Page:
FEW of us like to admit that we have outstanding weaknesses. How true the lines from the Scottish poet Robert Burns: “O would some power the gift give us to see ourselves as others see us”!* Yes, we find it easy to spot faults in others and may be quick to offer advice to show them how to improve. But any suggestion that we ourselves need to change our behavior may offend us. Would it offend you?
Let us stop for a moment and imagine a perfect world where everyone is clean, healthy, happy, and honest; where even those in authority are kind and considerate, interested in doing good for others; where there is no greed, and no one exploits his fellow man; where children are obedient to warm, caring parents; where there are no outbursts of temper—no violence, no crime, no immorality; where people are trusting and pleasant by nature; where life can be enjoyed with a sense of security and well-being.
Can you see yourself fitting into a world like that, if such a Utopian world could ever exist? Well, the good news from the Bible is that such a world is coming to this earth soon. So now the important question is: Do you have any behavioral traits that would disqualify you from fitting into such an idyllic community? How hard, do you think, would it be worth trying to qualify for life in such a paradise?—Isaiah 65:17-25; 2 Peter 3:13.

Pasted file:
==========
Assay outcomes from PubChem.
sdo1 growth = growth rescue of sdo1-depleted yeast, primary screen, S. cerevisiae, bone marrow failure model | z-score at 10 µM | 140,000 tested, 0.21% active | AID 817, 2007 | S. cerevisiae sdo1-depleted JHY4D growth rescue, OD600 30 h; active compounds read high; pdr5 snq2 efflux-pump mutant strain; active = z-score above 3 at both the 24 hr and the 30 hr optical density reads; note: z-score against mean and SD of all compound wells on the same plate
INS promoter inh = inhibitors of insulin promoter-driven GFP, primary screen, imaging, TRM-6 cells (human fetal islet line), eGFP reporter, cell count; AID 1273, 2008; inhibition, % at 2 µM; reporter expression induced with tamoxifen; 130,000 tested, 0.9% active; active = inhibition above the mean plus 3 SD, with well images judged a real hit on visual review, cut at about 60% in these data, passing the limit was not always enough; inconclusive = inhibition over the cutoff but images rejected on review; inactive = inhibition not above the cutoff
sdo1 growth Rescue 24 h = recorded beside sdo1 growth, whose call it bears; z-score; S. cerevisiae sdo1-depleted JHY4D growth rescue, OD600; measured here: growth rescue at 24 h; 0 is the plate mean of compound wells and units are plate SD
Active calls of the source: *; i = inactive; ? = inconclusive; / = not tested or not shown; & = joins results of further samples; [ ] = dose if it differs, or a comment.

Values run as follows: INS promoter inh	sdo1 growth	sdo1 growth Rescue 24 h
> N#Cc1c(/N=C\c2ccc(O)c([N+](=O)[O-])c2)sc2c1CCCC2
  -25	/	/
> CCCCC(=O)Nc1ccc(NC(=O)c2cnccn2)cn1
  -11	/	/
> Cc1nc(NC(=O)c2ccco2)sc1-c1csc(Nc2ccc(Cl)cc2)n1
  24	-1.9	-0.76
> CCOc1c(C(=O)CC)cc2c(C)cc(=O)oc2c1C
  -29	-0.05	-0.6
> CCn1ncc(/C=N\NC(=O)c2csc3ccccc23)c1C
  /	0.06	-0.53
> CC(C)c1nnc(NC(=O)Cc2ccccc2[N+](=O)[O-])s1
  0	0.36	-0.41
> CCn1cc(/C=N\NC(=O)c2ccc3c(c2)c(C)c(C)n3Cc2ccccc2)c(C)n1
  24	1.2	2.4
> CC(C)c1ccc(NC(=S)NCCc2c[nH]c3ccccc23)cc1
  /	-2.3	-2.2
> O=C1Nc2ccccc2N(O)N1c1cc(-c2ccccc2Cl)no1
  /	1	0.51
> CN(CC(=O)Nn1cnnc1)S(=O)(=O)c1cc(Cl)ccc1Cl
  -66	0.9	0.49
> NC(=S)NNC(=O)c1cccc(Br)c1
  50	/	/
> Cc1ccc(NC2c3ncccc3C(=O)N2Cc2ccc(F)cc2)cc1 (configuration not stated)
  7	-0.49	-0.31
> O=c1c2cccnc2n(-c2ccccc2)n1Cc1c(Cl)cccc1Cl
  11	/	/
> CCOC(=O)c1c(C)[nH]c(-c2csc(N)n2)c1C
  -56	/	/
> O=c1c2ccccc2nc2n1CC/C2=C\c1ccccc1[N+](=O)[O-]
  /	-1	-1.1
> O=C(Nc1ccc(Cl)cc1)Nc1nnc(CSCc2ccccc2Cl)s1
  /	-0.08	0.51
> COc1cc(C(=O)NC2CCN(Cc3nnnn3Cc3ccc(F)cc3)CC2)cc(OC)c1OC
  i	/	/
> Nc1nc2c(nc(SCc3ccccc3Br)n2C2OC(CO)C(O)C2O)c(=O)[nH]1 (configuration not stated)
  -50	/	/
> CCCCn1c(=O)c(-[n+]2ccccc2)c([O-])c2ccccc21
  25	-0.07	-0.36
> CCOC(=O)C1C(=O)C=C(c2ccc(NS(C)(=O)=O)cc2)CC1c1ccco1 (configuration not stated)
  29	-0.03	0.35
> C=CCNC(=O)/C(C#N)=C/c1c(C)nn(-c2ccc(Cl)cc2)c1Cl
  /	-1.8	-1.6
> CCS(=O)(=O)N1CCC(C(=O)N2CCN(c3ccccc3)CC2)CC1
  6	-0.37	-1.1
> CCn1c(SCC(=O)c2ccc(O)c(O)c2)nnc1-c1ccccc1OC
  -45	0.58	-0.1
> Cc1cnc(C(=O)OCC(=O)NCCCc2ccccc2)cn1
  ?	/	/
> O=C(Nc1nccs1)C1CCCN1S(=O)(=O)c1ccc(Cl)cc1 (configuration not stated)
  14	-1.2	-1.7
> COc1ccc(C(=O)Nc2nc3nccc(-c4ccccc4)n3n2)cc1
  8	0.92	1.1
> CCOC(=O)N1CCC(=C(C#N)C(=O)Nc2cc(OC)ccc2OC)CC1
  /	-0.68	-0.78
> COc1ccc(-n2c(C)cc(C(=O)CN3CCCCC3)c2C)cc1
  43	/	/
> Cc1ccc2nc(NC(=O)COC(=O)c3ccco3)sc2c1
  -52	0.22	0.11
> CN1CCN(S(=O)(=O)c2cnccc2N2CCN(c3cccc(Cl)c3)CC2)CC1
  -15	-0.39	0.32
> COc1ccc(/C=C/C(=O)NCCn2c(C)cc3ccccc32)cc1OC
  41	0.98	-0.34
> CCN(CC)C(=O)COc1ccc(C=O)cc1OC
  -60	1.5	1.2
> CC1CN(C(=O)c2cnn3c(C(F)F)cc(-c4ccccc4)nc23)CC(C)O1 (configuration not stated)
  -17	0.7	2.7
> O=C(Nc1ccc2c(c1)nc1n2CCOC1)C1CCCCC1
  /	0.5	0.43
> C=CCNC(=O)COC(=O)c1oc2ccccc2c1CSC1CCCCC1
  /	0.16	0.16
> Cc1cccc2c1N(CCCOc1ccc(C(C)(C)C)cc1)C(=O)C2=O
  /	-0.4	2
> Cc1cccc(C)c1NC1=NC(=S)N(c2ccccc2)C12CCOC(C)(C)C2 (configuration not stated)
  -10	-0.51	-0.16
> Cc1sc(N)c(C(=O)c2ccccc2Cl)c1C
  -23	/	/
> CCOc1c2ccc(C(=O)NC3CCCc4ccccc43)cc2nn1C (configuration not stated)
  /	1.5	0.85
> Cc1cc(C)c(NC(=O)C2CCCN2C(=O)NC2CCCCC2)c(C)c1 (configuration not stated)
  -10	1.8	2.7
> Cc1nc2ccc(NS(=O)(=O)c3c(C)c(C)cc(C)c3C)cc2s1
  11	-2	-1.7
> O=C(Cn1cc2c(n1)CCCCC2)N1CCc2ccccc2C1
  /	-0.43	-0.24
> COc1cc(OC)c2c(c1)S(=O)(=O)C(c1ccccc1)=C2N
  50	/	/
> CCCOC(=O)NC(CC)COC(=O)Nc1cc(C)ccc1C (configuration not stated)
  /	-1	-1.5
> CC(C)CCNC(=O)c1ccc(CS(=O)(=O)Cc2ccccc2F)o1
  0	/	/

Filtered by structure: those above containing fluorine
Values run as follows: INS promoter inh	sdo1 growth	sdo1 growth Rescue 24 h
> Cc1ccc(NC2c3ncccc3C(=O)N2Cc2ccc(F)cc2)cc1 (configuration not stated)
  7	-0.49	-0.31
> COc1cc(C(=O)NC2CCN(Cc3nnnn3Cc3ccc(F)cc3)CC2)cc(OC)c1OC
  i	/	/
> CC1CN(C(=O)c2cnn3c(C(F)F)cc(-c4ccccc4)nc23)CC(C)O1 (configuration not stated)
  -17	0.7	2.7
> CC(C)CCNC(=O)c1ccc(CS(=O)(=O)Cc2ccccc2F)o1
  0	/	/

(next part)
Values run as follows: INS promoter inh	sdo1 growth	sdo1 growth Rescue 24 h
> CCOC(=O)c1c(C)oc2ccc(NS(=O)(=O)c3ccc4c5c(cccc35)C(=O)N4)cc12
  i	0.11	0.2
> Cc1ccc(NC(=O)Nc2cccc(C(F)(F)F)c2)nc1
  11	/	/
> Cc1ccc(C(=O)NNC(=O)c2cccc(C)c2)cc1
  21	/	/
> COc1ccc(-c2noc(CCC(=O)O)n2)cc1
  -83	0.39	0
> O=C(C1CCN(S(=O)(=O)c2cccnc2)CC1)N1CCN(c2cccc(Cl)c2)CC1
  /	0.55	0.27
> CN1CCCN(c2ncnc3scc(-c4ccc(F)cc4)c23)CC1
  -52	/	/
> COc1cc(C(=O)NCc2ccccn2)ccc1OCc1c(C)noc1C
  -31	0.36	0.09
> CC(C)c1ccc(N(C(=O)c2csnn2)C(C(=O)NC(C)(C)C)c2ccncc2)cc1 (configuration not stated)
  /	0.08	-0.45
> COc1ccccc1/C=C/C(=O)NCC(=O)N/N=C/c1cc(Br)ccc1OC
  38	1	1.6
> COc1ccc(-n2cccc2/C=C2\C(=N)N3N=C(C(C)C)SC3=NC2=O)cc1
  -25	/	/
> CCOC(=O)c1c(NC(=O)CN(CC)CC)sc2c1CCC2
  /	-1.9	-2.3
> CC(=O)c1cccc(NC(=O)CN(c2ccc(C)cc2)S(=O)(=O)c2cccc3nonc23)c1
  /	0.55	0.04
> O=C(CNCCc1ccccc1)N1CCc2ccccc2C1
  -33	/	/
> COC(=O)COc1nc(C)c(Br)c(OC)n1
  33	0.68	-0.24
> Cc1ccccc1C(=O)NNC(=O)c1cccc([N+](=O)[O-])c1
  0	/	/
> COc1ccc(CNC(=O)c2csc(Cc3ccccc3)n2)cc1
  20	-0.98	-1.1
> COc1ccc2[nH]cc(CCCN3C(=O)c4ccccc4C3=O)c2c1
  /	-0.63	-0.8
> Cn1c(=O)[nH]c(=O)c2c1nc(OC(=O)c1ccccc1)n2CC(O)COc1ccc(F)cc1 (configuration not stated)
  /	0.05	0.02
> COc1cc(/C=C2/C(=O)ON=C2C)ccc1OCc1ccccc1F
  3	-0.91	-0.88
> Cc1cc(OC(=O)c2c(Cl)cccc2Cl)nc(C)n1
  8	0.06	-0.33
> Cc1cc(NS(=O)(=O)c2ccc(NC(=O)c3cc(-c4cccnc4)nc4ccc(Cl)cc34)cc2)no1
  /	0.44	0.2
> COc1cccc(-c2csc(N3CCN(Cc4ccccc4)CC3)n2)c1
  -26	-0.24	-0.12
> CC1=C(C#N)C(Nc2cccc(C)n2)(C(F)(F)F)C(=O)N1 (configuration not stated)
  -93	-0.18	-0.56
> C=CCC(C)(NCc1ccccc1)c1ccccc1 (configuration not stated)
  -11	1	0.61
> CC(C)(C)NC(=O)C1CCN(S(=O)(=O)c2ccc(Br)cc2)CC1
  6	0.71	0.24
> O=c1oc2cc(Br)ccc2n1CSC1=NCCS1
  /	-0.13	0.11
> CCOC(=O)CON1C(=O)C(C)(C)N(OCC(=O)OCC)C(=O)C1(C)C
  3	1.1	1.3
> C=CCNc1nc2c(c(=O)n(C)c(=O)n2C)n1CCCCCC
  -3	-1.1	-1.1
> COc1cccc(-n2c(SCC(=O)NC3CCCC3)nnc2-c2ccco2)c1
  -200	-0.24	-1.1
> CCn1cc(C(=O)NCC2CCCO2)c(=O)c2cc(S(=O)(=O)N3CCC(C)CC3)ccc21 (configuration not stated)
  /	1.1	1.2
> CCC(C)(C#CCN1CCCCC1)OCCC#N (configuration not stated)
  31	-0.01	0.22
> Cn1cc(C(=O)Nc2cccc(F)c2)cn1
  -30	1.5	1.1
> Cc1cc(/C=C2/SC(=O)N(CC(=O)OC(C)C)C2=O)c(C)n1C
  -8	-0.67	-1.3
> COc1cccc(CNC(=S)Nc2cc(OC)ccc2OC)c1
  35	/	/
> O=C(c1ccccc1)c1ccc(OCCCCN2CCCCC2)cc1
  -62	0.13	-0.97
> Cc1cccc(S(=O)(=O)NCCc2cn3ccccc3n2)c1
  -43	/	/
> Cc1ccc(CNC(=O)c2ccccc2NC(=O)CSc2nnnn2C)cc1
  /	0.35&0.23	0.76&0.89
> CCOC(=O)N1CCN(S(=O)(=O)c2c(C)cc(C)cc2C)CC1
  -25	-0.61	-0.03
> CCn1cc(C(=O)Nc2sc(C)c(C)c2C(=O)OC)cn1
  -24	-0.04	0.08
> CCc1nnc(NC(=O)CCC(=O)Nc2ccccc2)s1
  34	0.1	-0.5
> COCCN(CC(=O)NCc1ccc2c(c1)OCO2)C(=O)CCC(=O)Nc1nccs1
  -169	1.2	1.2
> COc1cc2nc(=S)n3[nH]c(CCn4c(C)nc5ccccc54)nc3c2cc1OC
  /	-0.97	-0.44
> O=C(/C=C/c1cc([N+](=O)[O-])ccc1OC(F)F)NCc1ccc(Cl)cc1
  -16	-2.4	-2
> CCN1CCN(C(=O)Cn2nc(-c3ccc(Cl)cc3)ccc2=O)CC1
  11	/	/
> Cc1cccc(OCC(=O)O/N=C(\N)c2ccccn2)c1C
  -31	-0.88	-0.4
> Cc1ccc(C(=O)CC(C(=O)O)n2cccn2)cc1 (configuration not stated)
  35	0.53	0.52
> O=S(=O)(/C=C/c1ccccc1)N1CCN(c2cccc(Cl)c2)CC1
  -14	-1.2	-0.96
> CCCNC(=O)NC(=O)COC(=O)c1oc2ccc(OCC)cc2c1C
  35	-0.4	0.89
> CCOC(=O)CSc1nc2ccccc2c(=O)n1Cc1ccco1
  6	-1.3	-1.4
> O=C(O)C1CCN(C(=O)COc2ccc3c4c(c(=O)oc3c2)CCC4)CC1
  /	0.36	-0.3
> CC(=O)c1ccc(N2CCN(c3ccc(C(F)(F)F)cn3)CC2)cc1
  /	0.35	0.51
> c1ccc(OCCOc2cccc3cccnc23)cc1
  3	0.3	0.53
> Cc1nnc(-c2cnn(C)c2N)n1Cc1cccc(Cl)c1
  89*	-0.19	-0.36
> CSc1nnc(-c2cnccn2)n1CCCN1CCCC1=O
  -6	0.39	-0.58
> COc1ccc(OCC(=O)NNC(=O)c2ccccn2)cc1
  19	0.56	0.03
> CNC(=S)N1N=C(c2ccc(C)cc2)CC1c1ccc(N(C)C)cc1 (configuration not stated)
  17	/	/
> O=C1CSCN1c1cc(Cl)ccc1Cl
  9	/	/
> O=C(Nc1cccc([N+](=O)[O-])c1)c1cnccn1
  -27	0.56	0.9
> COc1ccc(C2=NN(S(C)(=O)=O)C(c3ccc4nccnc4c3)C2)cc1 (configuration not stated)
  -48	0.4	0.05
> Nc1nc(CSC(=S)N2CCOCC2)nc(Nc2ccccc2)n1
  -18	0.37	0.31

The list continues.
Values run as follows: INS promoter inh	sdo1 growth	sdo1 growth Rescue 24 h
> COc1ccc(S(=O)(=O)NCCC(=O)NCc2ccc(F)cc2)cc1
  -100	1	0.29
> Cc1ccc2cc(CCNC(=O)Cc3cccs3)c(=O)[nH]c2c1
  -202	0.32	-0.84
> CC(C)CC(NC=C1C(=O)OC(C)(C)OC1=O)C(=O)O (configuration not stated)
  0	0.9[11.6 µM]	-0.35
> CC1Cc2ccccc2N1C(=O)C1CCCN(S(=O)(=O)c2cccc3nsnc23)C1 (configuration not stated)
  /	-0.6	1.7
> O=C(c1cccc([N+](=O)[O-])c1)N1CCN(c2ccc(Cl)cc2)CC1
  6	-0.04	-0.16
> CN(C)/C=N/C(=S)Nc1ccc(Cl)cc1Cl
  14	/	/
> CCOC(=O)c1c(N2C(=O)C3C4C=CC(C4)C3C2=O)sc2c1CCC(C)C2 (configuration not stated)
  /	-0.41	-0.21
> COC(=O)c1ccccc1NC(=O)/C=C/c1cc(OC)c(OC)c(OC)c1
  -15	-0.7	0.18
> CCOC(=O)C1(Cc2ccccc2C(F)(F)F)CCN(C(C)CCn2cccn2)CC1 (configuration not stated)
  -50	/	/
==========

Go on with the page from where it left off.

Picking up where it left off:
Even now, before such a new world comes, could your life be improved if you did something about your behavior and attitude? If so, why not change? It is possible to do so. Remember, specific influences shaped and molded your behavior in the first place, so by taking more control and interest, it is possible for you to reshape your behavior even now.
However, you may still protest: ‘But can I really change? I’ve tried before, many times, and failed. I am just the way I am, and there is nothing I can do about it!’
Consider Paul, an apostle of Jesus Christ. (Romans 7:18-21) Paul changed from being a violent, self-righteous opposer of Christians and became a Christian himself. He changed because he really wanted to. He did not give up because of setbacks or genetic influences. He did not believe that his old personality was set in concrete. It took much effort on his part. But he received a lot of help.—Galatians 1:13-16.
Where did this help come from?
In the original: “O wad some Pow’r the giftie gie us to see oursels as others see us!”—The Oxford Dictionary of Quotations.